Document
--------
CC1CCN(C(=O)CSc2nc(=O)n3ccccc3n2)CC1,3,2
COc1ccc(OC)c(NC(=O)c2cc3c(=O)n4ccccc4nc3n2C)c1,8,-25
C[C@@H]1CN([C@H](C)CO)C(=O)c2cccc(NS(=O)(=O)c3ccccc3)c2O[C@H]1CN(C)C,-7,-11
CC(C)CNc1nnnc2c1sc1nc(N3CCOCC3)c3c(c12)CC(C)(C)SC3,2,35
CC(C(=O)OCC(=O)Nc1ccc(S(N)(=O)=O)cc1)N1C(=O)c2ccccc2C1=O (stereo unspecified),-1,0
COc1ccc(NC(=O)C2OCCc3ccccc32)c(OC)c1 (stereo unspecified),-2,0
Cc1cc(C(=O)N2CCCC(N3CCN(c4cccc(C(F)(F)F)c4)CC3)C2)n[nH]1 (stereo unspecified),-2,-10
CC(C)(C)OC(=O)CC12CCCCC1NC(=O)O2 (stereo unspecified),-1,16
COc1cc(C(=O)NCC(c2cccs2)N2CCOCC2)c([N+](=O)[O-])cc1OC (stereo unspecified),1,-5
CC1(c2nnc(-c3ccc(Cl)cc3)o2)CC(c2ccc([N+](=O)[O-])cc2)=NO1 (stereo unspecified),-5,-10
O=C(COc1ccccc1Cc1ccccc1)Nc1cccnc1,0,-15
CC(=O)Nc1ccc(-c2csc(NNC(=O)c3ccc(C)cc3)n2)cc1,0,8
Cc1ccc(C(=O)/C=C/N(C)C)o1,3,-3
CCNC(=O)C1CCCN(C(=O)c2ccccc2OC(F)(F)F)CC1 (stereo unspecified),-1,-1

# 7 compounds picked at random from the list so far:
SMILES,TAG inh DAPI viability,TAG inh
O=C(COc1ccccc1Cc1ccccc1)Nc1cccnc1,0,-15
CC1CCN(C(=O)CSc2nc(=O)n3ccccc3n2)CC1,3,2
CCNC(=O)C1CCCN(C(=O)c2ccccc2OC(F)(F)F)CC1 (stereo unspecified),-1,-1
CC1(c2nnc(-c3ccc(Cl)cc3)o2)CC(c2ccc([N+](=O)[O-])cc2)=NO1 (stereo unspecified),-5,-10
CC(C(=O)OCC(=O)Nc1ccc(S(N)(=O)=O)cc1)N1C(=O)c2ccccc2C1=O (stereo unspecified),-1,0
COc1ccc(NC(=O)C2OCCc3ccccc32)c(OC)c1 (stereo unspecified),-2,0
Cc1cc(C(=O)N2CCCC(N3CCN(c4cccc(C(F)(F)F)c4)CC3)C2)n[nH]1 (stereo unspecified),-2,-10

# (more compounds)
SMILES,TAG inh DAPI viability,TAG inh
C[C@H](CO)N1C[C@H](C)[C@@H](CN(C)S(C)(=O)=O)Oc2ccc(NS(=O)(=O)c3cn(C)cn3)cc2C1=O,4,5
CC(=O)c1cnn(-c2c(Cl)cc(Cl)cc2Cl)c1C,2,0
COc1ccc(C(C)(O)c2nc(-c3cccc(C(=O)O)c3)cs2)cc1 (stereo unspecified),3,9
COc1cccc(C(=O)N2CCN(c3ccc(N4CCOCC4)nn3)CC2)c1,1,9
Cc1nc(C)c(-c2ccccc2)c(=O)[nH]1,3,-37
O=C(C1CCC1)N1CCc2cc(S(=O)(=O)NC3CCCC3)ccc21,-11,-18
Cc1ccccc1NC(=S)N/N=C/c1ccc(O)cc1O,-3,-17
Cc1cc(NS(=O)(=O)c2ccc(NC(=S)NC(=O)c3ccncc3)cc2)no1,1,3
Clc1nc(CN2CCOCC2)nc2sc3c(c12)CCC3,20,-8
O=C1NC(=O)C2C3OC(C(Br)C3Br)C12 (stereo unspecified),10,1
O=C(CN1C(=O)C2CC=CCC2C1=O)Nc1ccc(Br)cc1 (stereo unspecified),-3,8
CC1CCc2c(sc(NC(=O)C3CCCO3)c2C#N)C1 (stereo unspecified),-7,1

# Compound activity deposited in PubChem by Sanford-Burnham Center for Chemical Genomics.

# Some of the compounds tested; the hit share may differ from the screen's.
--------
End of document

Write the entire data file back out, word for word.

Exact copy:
CC1CCN(C(=O)CSc2nc(=O)n3ccccc3n2)CC1,3,2
COc1ccc(OC)c(NC(=O)c2cc3c(=O)n4ccccc4nc3n2C)c1,8,-25
C[C@@H]1CN([C@H](C)CO)C(=O)c2cccc(NS(=O)(=O)c3ccccc3)c2O[C@H]1CN(C)C,-7,-11
CC(C)CNc1nnnc2c1sc1nc(N3CCOCC3)c3c(c12)CC(C)(C)SC3,2,35
CC(C(=O)OCC(=O)Nc1ccc(S(N)(=O)=O)cc1)N1C(=O)c2ccccc2C1=O (stereo unspecified),-1,0
COc1ccc(NC(=O)C2OCCc3ccccc32)c(OC)c1 (stereo unspecified),-2,0
Cc1cc(C(=O)N2CCCC(N3CCN(c4cccc(C(F)(F)F)c4)CC3)C2)n[nH]1 (stereo unspecified),-2,-10
CC(C)(C)OC(=O)CC12CCCCC1NC(=O)O2 (stereo unspecified),-1,16
COc1cc(C(=O)NCC(c2cccs2)N2CCOCC2)c([N+](=O)[O-])cc1OC (stereo unspecified),1,-5
CC1(c2nnc(-c3ccc(Cl)cc3)o2)CC(c2ccc([N+](=O)[O-])cc2)=NO1 (stereo unspecified),-5,-10
O=C(COc1ccccc1Cc1ccccc1)Nc1cccnc1,0,-15
CC(=O)Nc1ccc(-c2csc(NNC(=O)c3ccc(C)cc3)n2)cc1,0,8
Cc1ccc(C(=O)/C=C/N(C)C)o1,3,-3
CCNC(=O)C1CCCN(C(=O)c2ccccc2OC(F)(F)F)CC1 (stereo unspecified),-1,-1

# 7 compounds picked at random from the list so far:
SMILES,TAG inh DAPI viability,TAG inh
O=C(COc1ccccc1Cc1ccccc1)Nc1cccnc1,0,-15
CC1CCN(C(=O)CSc2nc(=O)n3ccccc3n2)CC1,3,2
CCNC(=O)C1CCCN(C(=O)c2ccccc2OC(F)(F)F)CC1 (stereo unspecified),-1,-1
CC1(c2nnc(-c3ccc(Cl)cc3)o2)CC(c2ccc([N+](=O)[O-])cc2)=NO1 (stereo unspecified),-5,-10
CC(C(=O)OCC(=O)Nc1ccc(S(N)(=O)=O)cc1)N1C(=O)c2ccccc2C1=O (stereo unspecified),-1,0
COc1ccc(NC(=O)C2OCCc3ccccc32)c(OC)c1 (stereo unspecified),-2,0
Cc1cc(C(=O)N2CCCC(N3CCN(c4cccc(C(F)(F)F)c4)CC3)C2)n[nH]1 (stereo unspecified),-2,-10

# (more compounds)
SMILES,TAG inh DAPI viability,TAG inh
C[C@H](CO)N1C[C@H](C)[C@@H](CN(C)S(C)(=O)=O)Oc2ccc(NS(=O)(=O)c3cn(C)cn3)cc2C1=O,4,5
CC(=O)c1cnn(-c2c(Cl)cc(Cl)cc2Cl)c1C,2,0
COc1ccc(C(C)(O)c2nc(-c3cccc(C(=O)O)c3)cs2)cc1 (stereo unspecified),3,9
COc1cccc(C(=O)N2CCN(c3ccc(N4CCOCC4)nn3)CC2)c1,1,9
Cc1nc(C)c(-c2ccccc2)c(=O)[nH]1,3,-37
O=C(C1CCC1)N1CCc2cc(S(=O)(=O)NC3CCCC3)ccc21,-11,-18
Cc1ccccc1NC(=S)N/N=C/c1ccc(O)cc1O,-3,-17
Cc1cc(NS(=O)(=O)c2ccc(NC(=S)NC(=O)c3ccncc3)cc2)no1,1,3
Clc1nc(CN2CCOCC2)nc2sc3c(c12)CCC3,20,-8
O=C1NC(=O)C2C3OC(C(Br)C3Br)C12 (stereo unspecified),10,1
O=C(CN1C(=O)C2CC=CCC2C1=O)Nc1ccc(Br)cc1 (stereo unspecified),-3,8
CC1CCc2c(sc(NC(=O)C3CCCO3)c2C#N)C1 (stereo unspecified),-7,1

# Compound activity deposited in PubChem by Sanford-Burnham Center for Chemical Genomics.

# Some of the compounds tested; the hit share may differ from the screen's.